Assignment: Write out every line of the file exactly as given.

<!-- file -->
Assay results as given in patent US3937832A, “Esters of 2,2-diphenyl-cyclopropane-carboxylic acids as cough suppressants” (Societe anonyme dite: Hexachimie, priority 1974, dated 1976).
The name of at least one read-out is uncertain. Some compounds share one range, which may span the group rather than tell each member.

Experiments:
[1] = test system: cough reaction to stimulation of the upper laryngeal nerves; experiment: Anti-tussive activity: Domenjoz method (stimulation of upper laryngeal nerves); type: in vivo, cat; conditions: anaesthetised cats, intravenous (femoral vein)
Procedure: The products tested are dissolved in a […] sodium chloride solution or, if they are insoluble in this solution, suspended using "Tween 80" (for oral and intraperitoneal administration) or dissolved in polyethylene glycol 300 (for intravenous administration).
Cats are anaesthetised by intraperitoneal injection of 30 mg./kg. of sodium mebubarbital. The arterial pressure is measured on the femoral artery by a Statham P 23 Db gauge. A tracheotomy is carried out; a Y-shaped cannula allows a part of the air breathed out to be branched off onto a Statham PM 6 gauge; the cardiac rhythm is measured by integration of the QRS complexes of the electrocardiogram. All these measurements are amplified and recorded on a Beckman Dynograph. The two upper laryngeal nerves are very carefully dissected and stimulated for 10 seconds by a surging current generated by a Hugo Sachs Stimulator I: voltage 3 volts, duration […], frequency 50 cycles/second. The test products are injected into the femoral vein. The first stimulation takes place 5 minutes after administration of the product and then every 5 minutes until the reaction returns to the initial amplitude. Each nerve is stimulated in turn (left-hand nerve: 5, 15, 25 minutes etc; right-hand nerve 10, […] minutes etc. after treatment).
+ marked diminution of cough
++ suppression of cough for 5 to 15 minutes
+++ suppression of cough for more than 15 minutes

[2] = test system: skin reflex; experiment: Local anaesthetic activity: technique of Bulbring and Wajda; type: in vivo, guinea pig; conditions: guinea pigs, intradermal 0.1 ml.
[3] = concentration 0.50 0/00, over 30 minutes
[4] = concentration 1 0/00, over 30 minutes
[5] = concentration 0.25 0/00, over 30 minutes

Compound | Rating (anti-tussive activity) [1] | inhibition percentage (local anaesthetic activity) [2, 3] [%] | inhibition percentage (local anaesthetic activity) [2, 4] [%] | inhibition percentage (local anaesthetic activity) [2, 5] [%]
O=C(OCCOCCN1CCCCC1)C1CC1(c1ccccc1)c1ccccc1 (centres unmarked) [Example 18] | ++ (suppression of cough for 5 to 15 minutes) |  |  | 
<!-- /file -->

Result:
Assay results as given in patent US3937832A, “Esters of 2,2-diphenyl-cyclopropane-carboxylic acids as cough suppressants” (Societe anonyme dite: Hexachimie, priority 1974, dated 1976).
The name of at least one read-out is uncertain. Some compounds share one range, which may span the group rather than tell each member.

Experiments:
[1] = test system: cough reaction to stimulation of the upper laryngeal nerves; experiment: Anti-tussive activity: Domenjoz method (stimulation of upper laryngeal nerves); type: in vivo, cat; conditions: anaesthetised cats, intravenous (femoral vein)
Procedure: The products tested are dissolved in a […] sodium chloride solution or, if they are insoluble in this solution, suspended using "Tween 80" (for oral and intraperitoneal administration) or dissolved in polyethylene glycol 300 (for intravenous administration).
Cats are anaesthetised by intraperitoneal injection of 30 mg./kg. of sodium mebubarbital. The arterial pressure is measured on the femoral artery by a Statham P 23 Db gauge. A tracheotomy is carried out; a Y-shaped cannula allows a part of the air breathed out to be branched off onto a Statham PM 6 gauge; the cardiac rhythm is measured by integration of the QRS complexes of the electrocardiogram. All these measurements are amplified and recorded on a Beckman Dynograph. The two upper laryngeal nerves are very carefully dissected and stimulated for 10 seconds by a surging current generated by a Hugo Sachs Stimulator I: voltage 3 volts, duration […], frequency 50 cycles/second. The test products are injected into the femoral vein. The first stimulation takes place 5 minutes after administration of the product and then every 5 minutes until the reaction returns to the initial amplitude. Each nerve is stimulated in turn (left-hand nerve: 5, 15, 25 minutes etc; right-hand nerve 10, […] minutes etc. after treatment).
+ marked diminution of cough
++ suppression of cough for 5 to 15 minutes
+++ suppression of cough for more than 15 minutes

[2] = test system: skin reflex; experiment: Local anaesthetic activity: technique of Bulbring and Wajda; type: in vivo, guinea pig; conditions: guinea pigs, intradermal 0.1 ml.
[3] = concentration 0.50 0/00, over 30 minutes
[4] = concentration 1 0/00, over 30 minutes
[5] = concentration 0.25 0/00, over 30 minutes

Compound | Rating (anti-tussive activity) [1] | inhibition percentage (local anaesthetic activity) [2, 3] [%] | inhibition percentage (local anaesthetic activity) [2, 4] [%] | inhibition percentage (local anaesthetic activity) [2, 5] [%]
O=C(OCCOCCN1CCCCC1)C1CC1(c1ccccc1)c1ccccc1 (centres unmarked) [Example 18] | ++ (suppression of cough for 5 to 15 minutes) |  |  | 